Every other week we publish one in-depth story from an Ocean Nomads member. To learn more about each other, to learn from each other, inspire and be inspired, and to accelerate our journeys.
This week we shine a light on Eoin Keyes. He just refitted his own boat, budget and resourcefulness style, he’s been captaining one of our flotillas, and he’s a fanatic surfer. He dreams and he does. Let his story inspire you!
Read the Full Interview and connect with Eoin on our Membership portal. Not a member yet? Learn more and join our global network of impact-driven ocean adventurers here.
Relaxed, confident, hard-working, logical, impatient. Eoin is the living proof you don’t need to be rich to live your dream life.
Eoin threw him self into sailing 100 percent in 2016 with very little experience, and since he turned it a lifestyle and career, gaining experience and qualifications along the way.
Originally from: Ireland.
Current basecamp: Wicklow Ireland
Outdoor & Ocean Sports: Sailing, Surfing, White water Kayaking
Favourite ocean film: Laura Dekker’s documentary, about her journey as the youngest person to sail around the world singlehanded.
Current big life dream: To keep my life revolving around the outdoors and sailing/ surfing/ kayaking as much as possible
What’s your story?
This is a difficult one because it changes so often! I recently started a job with the Vikings TV show. I spend my days driving Viking longships around some lakes in ireland, and shipping the boats between different locations. Over the last few years, I’ve worked as a sailboat skipper and engineer, lived on board my own boat, and taken a lot of time off between jobs to go on different sailing trips.
When and how did you fall in love with the ocean?
For me, the stand-out moment was the first time I stood up on a surfboard at the age of twelve. I still remember it vividly, and it sparked a passion that I’ve felt strongly ever since.
What was your first multiple-day sailing adventure?
It was a remarkably Irish weekend adventure to a good pub. Not the most hard-core sailing trip of all time, but definitely one of the most fun! We sailed on a little Beneteau from Fenit on a Saturday morning towards the tiny village of Smerwick harbour, where the pub has a reputation for an excellent atmosphere and even better Guinness. We arrived in the evening, anchored just off the pier and rowed to shore in a tiny, heavily overloaded inflatable dinghy. After many pints and a lot of dancing we squeezed back into the dinghy, now dangerously unstable thanks to the impaired coordination of the crew, and rowed back to the ship. The most memorable part of the whole trip was the phosphorescence which we saw in the water on the row back. It gets very intense in Ireland at that time of year and the conditions at the time were perfect! The next morning we set sail towards Fenit again. Some more beverages were consumed along the way, another boat resupplied us along the way when we ran out and I learned how not to use a marine toilet when I tried to pump it with a seacock shut and blew a hose off. One of the crew was handy with fixing stuff so I escaped cleaning up the resulting pool of shite. I think karma has definitely paid me back in kind over the last few years, being the designated toilet guy on sailing flotillas!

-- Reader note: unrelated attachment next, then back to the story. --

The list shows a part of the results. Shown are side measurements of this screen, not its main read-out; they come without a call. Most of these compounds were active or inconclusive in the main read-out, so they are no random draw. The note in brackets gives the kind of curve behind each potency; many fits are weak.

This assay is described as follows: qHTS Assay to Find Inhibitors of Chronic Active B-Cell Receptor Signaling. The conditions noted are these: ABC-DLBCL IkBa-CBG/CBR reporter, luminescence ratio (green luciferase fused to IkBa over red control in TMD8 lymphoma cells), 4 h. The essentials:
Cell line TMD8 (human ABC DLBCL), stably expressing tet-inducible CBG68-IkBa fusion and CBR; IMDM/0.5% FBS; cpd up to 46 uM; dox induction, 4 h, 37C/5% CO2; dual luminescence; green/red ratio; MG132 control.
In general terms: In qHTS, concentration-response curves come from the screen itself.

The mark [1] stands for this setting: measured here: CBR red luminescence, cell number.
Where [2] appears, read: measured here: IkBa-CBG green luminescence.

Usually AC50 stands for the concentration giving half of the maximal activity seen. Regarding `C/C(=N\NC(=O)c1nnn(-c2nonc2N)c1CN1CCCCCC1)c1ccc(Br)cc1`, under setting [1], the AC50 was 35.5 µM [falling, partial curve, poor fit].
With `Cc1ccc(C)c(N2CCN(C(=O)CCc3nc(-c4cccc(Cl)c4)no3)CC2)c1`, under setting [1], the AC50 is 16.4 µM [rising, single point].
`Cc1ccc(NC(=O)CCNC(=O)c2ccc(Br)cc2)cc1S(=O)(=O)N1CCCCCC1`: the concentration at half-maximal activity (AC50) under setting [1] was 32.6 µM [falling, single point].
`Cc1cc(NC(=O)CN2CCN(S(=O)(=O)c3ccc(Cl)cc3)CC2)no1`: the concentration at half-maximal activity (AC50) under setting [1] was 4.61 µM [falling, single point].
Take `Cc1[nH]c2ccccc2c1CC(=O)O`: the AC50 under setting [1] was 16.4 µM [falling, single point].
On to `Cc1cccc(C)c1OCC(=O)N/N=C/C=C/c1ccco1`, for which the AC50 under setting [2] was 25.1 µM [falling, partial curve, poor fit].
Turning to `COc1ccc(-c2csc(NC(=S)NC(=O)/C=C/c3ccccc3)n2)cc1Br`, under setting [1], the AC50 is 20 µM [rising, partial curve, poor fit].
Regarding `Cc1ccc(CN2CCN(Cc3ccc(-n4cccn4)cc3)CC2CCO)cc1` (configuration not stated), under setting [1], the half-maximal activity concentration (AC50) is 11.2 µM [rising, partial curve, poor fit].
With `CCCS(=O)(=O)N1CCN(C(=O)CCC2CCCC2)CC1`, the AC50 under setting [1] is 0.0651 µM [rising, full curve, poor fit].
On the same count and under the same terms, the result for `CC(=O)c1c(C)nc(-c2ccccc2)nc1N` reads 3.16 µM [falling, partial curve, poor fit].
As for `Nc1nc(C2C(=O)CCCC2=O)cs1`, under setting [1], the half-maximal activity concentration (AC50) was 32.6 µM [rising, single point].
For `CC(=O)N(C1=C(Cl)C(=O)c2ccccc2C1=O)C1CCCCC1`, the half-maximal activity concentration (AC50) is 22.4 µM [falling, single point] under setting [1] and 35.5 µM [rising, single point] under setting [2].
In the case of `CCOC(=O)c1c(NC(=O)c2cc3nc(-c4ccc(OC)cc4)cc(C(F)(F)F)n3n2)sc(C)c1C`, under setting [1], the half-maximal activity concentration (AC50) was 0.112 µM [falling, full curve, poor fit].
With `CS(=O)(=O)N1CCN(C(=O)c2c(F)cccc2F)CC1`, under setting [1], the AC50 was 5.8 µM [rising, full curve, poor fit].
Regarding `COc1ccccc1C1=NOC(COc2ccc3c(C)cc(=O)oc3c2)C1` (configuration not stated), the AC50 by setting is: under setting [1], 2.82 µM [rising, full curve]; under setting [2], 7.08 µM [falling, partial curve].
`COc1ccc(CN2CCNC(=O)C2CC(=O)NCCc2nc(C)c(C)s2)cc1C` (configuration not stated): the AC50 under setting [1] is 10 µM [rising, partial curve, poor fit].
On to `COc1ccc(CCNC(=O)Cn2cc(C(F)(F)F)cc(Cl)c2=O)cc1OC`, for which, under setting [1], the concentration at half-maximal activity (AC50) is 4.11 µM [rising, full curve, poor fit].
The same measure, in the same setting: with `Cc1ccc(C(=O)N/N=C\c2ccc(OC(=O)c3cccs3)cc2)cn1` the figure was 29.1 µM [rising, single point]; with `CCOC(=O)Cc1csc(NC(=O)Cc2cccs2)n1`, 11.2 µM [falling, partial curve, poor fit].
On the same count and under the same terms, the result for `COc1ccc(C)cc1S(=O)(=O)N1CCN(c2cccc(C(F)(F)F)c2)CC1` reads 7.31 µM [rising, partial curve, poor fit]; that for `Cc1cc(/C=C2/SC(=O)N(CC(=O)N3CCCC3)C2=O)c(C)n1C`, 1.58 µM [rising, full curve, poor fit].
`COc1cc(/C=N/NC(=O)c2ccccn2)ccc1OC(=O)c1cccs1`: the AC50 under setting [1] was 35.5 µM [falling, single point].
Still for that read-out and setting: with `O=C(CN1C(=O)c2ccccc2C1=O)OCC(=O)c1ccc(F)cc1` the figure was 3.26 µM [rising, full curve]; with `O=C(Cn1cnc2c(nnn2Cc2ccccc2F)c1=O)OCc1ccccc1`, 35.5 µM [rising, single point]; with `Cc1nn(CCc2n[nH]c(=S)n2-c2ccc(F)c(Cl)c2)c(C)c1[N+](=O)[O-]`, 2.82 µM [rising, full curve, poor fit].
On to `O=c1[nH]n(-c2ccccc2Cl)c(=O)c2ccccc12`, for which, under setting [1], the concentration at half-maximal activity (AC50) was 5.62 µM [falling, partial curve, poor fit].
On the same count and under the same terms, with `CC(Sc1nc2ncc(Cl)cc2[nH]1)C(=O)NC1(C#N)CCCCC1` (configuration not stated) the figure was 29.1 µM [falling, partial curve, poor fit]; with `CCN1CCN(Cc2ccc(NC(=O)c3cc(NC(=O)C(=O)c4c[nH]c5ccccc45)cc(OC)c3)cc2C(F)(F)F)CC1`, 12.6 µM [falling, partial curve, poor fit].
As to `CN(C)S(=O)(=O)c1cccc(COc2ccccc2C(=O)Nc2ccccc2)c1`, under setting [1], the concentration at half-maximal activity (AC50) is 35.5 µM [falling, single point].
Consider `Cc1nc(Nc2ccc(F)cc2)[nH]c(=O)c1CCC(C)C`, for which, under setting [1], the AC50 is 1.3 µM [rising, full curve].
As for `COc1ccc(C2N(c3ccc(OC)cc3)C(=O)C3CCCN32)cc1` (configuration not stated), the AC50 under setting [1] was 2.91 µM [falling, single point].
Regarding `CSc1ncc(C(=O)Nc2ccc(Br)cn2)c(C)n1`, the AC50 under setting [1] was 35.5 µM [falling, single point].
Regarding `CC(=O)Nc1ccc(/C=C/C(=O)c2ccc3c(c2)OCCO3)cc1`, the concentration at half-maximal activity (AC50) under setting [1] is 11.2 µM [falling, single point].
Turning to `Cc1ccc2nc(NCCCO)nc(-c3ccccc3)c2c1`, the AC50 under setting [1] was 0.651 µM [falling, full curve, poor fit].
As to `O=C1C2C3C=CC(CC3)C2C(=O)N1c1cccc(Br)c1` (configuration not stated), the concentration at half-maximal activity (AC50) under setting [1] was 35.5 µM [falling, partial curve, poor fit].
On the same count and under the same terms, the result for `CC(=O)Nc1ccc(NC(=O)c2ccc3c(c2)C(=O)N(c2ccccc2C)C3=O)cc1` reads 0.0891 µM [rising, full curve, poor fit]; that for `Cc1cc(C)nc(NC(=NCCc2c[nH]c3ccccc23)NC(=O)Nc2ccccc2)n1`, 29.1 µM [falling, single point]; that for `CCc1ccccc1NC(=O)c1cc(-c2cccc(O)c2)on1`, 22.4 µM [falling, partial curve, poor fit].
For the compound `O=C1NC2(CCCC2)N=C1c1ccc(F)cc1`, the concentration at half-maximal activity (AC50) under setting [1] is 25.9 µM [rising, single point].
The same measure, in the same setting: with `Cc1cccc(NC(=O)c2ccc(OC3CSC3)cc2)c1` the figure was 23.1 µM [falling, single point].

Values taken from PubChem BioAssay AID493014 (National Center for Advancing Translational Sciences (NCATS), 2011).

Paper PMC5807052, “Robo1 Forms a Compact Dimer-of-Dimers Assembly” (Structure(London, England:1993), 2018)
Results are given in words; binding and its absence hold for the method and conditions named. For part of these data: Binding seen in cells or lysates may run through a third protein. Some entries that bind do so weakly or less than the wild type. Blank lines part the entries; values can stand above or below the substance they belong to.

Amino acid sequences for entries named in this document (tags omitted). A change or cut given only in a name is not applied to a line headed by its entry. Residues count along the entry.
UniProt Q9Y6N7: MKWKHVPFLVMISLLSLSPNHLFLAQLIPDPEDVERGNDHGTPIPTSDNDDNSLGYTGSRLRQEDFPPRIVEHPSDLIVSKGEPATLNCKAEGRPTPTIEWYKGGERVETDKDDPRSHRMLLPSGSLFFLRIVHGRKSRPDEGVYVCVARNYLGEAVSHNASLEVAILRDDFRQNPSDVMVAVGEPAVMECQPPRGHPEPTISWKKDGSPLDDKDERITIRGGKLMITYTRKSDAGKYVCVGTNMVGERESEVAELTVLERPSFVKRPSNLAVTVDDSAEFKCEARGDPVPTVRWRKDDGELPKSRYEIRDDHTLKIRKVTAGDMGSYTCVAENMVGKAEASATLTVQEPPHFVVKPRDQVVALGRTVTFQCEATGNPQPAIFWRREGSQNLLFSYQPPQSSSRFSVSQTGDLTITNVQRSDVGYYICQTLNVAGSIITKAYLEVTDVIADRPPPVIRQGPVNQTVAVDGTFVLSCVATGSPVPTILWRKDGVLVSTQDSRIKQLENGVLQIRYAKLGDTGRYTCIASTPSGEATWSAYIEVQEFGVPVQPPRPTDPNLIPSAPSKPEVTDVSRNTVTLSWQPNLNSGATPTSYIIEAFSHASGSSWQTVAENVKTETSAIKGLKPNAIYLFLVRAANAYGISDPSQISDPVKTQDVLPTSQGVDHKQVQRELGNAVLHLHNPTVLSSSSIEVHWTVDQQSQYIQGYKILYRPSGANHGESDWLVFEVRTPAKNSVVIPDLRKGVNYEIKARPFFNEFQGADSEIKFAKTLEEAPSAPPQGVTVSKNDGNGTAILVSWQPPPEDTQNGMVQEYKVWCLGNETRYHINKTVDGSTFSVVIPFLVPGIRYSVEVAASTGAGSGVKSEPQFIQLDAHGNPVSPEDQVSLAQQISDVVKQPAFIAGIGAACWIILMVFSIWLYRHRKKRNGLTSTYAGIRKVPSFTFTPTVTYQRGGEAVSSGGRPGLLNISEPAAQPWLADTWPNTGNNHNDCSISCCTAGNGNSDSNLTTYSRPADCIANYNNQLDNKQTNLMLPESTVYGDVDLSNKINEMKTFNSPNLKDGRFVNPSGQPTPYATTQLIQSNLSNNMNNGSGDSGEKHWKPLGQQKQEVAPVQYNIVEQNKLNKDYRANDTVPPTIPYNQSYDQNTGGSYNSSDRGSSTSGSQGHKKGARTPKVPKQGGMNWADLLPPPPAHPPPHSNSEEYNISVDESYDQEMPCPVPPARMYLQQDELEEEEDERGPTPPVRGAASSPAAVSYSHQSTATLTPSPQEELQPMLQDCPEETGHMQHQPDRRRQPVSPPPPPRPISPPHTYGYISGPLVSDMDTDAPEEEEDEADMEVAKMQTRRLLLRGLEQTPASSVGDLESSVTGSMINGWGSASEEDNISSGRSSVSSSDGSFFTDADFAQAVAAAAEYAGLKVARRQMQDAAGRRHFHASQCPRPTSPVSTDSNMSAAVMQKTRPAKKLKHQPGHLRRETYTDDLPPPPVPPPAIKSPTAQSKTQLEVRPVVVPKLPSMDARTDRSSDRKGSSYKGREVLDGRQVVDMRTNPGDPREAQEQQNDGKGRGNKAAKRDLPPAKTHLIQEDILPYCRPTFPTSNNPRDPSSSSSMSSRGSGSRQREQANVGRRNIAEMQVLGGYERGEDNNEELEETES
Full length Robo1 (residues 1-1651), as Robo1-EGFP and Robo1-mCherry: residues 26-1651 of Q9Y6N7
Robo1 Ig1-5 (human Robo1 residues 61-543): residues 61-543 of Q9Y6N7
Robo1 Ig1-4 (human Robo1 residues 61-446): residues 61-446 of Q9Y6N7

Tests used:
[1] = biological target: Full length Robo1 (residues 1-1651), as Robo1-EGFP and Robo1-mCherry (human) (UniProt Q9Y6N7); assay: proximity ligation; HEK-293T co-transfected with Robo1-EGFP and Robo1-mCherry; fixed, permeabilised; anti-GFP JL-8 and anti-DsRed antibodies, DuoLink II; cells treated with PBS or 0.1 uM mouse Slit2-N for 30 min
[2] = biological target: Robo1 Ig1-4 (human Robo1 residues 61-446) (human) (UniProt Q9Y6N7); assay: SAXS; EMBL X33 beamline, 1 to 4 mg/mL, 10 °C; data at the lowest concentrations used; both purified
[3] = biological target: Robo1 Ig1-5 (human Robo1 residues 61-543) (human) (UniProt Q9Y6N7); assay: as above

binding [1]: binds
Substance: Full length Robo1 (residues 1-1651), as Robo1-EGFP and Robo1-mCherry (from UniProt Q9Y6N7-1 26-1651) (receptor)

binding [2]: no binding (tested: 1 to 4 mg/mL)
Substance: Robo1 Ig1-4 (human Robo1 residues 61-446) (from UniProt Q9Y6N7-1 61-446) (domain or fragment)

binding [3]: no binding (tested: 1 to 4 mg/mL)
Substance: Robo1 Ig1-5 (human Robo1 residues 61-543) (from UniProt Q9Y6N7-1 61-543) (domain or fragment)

Why and how did you decide to become a boat owner?
Owning a boat was kind of a far-off dream, but in the end it happened because everything fell into place and it just felt right at the time. I originally left the rat race/ office job to go surfing, and I travelled and surfed until I ran low on money. I started working on sailing boats after that because it sounded like a more fun way of earning some cash than sitting in an office. When I left the first sailing job I had some cash saved up again, and someone offered me a spot on a round-the-world sailing trip. I jumped at the chance and the next spring I was setting sail along the south coast of England on a Prout Snowgoose catamaran with three people and two German shepherds on board! I had been assured before I joined that the dogs were boat trained and comfortable with sailing and that turned out to be 100 percent not true! Instead of using a designated area of aft deck as a toilet like they were supposed to, they would hold it in for as long as possible and then take a massive dump in the boat owner’s cabin. They were also uncomfortable whenever the boat was at sea, so instead of skipping down to the Mediterranean in a series of multi-day voyages as planned, we were reduced to just day-sailing our way down the English coast and across the channel. Admittedly we had an amazing time exploring the Channel Islands along the way, but things obviously weren’t working and when we reached Les Sables d’Olonne in France a few weeks later the boat owner finally called it quits. I was basically abandoned in Les Sables d’Olonne, but luckily was able to put my new-found “offshore unsupervised night-watch” experience to use on Crewseekers, and found a delivery going from Gibraltar to the UK which would pay for my flights from France and back to Ireland afterwards. Sorted!